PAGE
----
Ryan Ianni – Special To The Southern News –
Just about every day, I take part in a game that forces me to think critically of every decision I make, second-guess myself, study my opponents with heightened intensity and risk everything all on two pieces of paper. This is the game of poker.
I learned how to play poker when I was in eighth grade at a friend’s birthday party, and once the rules of the game finally snapped into understanding, I couldn’t get enough. This game is a complete battle of wills that can last for hours at a time.
Poker is televised on ESPN and other networks, so does that make it a sport? No, of course not.
The game involves sitting in a chair all day. But while it isn’t a sport, it is absolutely a battle of intelligence, willpower and fortitude necessary to be considered a great player of the game.
Now, I’m not driving down to Mohegan Sun every night, or playing with people at school, but through brilliant apps, poker is just a click away on my phone that lets me play whenever I choose. Why anyone cares at all is probably a question that’s brewing up right now, and it all has to do with personal pride.
I’ve sat down at poker tournaments with a measly $10 buy-in against 20 other players and a paltry $120 first place prize. Yet the drive and eagerness to win does not come from the financial gains at the end, it comes from the knowledge of besting 19 other people, who are all vying for the same prize, and have just as good a chance as you do of claiming it; being able to say you had the mental strength to outlast everyone else through skill, and of course some luck, and come out on the other side a winner. This is the draw of poker for me: to prove yourself against so many others and say you have won.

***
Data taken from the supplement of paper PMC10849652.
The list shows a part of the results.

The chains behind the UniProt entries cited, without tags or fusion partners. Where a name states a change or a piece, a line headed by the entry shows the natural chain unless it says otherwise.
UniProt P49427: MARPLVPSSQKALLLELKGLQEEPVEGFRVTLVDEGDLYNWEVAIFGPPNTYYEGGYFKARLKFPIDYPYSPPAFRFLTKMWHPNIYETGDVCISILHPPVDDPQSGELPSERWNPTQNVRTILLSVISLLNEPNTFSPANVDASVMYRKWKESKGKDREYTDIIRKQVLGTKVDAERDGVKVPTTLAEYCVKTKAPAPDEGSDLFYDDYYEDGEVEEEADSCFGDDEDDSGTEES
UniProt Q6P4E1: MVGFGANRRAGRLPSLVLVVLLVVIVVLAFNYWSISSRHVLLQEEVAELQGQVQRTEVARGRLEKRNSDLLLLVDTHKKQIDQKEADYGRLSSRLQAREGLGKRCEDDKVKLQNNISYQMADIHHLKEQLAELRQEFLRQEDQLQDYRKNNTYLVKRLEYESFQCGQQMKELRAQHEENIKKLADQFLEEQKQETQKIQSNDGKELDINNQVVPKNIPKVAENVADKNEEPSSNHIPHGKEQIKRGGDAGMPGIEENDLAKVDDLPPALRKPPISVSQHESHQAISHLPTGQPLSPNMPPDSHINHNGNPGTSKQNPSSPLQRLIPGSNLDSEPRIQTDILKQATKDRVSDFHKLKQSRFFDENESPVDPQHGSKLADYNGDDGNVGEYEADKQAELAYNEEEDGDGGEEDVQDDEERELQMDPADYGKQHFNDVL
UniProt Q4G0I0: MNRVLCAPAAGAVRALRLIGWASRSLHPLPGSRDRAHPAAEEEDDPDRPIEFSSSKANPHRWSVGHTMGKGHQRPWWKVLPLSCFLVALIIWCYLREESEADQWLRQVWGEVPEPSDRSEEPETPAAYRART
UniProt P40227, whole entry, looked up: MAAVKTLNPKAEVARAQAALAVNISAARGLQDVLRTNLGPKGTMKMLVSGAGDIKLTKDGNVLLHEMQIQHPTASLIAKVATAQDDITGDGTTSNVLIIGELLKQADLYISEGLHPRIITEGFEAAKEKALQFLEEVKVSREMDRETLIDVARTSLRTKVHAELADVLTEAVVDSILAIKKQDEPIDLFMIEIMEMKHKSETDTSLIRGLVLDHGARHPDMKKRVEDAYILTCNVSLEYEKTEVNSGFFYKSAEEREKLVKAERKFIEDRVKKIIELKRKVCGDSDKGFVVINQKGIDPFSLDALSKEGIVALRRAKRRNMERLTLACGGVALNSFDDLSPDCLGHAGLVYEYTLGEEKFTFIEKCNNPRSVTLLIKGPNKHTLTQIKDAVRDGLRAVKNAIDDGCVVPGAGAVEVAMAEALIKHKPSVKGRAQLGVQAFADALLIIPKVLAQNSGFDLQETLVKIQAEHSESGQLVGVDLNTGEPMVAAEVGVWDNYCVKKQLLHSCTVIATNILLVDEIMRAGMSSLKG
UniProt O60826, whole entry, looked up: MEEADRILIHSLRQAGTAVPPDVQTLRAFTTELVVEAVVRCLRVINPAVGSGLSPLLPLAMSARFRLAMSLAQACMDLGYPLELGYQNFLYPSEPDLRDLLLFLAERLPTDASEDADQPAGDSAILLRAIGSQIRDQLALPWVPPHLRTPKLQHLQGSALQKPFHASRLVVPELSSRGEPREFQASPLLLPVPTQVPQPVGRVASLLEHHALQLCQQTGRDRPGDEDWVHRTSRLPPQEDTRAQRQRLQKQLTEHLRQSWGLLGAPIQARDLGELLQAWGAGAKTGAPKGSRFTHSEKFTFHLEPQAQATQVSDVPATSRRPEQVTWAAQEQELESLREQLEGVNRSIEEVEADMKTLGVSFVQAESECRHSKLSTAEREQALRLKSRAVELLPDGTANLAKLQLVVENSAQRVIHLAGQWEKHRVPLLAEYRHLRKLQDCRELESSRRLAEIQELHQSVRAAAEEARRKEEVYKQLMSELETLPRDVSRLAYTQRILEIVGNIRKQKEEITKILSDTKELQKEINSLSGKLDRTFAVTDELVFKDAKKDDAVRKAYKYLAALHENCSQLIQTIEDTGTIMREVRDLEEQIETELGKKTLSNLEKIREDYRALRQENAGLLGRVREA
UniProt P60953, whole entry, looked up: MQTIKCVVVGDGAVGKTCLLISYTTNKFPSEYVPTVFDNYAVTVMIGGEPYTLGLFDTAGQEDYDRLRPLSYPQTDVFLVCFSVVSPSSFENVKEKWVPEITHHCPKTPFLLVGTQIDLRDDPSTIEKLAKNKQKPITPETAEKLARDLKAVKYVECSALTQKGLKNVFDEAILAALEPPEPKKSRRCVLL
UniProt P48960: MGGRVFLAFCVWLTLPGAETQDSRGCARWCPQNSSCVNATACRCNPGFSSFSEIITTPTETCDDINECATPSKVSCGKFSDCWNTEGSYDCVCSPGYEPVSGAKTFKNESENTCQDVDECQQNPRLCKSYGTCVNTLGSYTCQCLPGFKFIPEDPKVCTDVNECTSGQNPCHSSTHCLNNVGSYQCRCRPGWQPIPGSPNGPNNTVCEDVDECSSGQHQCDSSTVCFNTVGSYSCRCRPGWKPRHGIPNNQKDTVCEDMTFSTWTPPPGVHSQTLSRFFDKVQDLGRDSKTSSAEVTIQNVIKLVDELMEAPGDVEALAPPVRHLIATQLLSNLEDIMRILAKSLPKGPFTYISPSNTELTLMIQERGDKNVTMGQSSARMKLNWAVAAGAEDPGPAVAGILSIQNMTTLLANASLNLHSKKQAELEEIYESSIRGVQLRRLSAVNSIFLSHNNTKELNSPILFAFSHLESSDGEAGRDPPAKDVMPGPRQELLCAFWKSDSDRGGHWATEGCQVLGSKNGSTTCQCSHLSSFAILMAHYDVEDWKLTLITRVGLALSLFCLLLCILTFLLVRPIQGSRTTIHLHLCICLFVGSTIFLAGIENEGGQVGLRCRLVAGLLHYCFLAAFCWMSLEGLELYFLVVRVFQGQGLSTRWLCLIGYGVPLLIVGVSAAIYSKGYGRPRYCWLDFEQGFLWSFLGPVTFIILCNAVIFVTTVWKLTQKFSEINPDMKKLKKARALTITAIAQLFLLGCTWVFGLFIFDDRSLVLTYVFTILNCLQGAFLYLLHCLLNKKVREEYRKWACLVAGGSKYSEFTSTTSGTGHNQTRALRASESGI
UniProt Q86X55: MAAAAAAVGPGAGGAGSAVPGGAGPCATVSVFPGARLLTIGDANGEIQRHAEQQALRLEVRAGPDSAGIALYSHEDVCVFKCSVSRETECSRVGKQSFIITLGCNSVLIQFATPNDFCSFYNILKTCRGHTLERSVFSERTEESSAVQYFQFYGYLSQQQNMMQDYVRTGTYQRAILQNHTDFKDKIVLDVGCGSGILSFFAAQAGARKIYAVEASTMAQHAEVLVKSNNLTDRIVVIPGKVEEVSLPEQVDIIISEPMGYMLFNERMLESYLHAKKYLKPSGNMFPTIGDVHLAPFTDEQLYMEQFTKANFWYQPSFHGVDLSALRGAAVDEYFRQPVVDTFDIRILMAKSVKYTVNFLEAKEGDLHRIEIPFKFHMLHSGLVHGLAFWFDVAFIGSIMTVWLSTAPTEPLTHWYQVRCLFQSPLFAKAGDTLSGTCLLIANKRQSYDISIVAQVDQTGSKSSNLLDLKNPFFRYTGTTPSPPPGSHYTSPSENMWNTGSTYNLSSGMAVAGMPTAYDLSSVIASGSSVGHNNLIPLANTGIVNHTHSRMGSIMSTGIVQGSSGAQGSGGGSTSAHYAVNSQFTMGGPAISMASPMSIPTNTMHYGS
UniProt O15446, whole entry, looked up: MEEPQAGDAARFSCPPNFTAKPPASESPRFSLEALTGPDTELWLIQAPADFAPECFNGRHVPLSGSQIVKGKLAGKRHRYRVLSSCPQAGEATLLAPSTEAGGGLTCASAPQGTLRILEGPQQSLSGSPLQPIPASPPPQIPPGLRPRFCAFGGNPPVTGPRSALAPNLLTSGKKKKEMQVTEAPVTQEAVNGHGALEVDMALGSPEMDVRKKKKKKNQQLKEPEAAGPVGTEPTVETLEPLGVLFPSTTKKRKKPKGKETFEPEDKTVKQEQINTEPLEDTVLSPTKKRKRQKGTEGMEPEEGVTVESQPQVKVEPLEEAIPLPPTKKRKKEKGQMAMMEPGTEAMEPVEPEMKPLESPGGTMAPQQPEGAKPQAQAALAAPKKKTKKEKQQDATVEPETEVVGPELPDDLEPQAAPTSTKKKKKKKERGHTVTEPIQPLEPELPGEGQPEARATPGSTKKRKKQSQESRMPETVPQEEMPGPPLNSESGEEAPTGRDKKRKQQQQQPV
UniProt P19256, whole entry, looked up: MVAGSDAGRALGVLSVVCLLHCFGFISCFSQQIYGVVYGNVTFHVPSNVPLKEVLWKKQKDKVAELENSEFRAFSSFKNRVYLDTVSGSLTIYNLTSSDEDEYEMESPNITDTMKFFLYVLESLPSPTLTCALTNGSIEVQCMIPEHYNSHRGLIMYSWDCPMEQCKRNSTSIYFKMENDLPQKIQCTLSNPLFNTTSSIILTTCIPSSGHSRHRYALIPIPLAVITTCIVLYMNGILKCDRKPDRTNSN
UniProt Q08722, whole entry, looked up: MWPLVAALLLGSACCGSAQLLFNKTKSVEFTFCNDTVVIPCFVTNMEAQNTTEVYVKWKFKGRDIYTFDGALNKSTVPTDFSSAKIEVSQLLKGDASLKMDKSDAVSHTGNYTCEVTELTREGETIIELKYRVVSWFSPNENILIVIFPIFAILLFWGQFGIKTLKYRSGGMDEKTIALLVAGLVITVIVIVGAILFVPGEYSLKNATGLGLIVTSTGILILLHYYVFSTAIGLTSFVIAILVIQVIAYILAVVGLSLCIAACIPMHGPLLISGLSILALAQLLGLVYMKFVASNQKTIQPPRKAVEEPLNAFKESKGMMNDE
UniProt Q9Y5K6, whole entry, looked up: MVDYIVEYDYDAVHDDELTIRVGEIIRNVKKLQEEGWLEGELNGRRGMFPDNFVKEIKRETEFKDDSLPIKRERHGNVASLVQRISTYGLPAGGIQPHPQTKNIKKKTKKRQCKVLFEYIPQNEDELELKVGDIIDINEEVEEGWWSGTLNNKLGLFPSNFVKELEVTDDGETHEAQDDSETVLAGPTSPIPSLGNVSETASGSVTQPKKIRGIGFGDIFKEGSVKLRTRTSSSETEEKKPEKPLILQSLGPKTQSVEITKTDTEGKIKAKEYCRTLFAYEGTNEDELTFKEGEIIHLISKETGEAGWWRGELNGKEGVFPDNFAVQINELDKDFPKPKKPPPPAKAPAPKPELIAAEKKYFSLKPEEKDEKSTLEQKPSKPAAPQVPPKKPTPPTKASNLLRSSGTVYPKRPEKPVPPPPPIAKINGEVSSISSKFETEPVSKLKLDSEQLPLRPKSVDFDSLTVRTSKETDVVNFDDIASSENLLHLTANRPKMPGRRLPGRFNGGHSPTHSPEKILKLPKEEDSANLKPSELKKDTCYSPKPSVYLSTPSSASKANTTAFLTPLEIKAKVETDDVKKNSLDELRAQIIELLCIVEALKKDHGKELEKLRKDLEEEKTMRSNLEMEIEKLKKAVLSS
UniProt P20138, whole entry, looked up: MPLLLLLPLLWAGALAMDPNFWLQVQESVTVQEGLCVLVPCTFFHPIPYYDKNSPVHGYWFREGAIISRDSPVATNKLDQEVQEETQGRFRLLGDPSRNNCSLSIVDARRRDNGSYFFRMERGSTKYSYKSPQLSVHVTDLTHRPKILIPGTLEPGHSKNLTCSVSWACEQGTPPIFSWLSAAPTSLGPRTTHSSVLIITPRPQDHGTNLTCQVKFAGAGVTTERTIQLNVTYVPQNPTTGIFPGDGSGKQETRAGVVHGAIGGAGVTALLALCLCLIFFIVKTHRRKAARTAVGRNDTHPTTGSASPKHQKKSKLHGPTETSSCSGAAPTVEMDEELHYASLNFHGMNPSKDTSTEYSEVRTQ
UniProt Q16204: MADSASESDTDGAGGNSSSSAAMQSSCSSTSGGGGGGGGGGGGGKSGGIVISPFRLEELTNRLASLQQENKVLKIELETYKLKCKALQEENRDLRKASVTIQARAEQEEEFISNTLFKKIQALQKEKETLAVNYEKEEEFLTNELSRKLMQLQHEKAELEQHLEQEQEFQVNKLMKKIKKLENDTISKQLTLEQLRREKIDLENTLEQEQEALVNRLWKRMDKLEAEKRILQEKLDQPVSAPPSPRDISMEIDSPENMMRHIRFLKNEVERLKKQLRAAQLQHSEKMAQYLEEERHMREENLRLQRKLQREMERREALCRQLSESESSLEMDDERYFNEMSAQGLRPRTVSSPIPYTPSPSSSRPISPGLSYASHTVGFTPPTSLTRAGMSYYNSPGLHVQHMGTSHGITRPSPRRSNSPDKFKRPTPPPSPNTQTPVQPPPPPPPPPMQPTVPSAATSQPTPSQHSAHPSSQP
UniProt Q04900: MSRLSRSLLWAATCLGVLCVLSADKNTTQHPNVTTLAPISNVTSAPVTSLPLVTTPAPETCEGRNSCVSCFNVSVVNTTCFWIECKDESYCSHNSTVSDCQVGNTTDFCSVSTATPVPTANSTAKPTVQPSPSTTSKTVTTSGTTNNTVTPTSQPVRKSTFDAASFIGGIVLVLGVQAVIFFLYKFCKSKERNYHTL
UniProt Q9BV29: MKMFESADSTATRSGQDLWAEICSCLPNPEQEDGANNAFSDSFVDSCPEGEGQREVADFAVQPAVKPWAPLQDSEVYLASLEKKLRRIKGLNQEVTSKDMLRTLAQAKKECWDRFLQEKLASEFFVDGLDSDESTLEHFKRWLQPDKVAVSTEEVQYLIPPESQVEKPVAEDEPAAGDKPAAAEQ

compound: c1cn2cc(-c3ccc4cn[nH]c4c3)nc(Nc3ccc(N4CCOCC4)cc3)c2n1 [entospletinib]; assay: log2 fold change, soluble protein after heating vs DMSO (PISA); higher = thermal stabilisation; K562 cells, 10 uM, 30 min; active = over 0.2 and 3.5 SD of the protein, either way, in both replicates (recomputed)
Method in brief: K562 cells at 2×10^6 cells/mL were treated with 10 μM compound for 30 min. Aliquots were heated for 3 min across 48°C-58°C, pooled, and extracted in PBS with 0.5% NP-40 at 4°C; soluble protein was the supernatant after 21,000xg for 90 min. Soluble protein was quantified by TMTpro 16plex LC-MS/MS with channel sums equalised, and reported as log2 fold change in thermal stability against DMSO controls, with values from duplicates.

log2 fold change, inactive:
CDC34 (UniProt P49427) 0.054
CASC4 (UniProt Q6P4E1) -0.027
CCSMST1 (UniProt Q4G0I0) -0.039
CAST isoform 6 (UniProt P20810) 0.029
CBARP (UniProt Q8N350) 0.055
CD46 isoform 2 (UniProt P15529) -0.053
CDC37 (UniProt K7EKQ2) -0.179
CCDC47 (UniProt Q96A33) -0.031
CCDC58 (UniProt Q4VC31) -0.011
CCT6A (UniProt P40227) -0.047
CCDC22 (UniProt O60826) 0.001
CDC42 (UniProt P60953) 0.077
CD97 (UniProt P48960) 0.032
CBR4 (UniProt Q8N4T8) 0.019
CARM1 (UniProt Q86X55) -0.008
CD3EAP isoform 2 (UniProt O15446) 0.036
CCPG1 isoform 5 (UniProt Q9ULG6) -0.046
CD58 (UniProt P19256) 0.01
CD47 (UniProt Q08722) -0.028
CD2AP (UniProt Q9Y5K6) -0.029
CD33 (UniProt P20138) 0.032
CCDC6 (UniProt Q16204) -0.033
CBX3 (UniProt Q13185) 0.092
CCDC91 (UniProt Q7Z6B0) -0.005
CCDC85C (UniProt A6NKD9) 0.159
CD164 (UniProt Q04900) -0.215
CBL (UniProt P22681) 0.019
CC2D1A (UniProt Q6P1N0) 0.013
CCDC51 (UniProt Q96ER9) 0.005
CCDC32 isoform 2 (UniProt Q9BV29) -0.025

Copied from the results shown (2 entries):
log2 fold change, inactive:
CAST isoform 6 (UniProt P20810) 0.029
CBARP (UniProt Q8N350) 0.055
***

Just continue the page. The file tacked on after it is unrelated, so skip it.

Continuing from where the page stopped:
I don’t consider this to be a game based on luck first and foremost, but as with any card game, it definitely plays a factor. I’ve seen lucky cards win people $500 when they thought they had no hope, and men lose $1,000 in a matter of an hour, because the only card in the deck that could beat them comes out.
This may sound like a negative part of the game, but it is all part of the battle that takes place. You are constantly being forced to evaluate the scenario and make a decision based on the cards, and once another card comes down, you constantly have to keep evaluating. The actions of other players will do nothing if not make it more difficult to know what move is coming next. It’s all suspense.
I play in small home games, online, on my phone and at casinos. I play wherever I can to improve at this game, not just for the financial rewards, but also because of the mental challenges that it has me go through.
One last thing that should be mentioned about poker that hasn’t come up is this: it’s just a really fun game. There doesn’t need to be money on the line or hostile attitude towards everyone. It is just fun to sit down and compete for a few hours in this game of skill and chance. It’s a game that has only grown over time and shows no signs of slowing. So as they say in the casinos, “Shuffle up and deal!”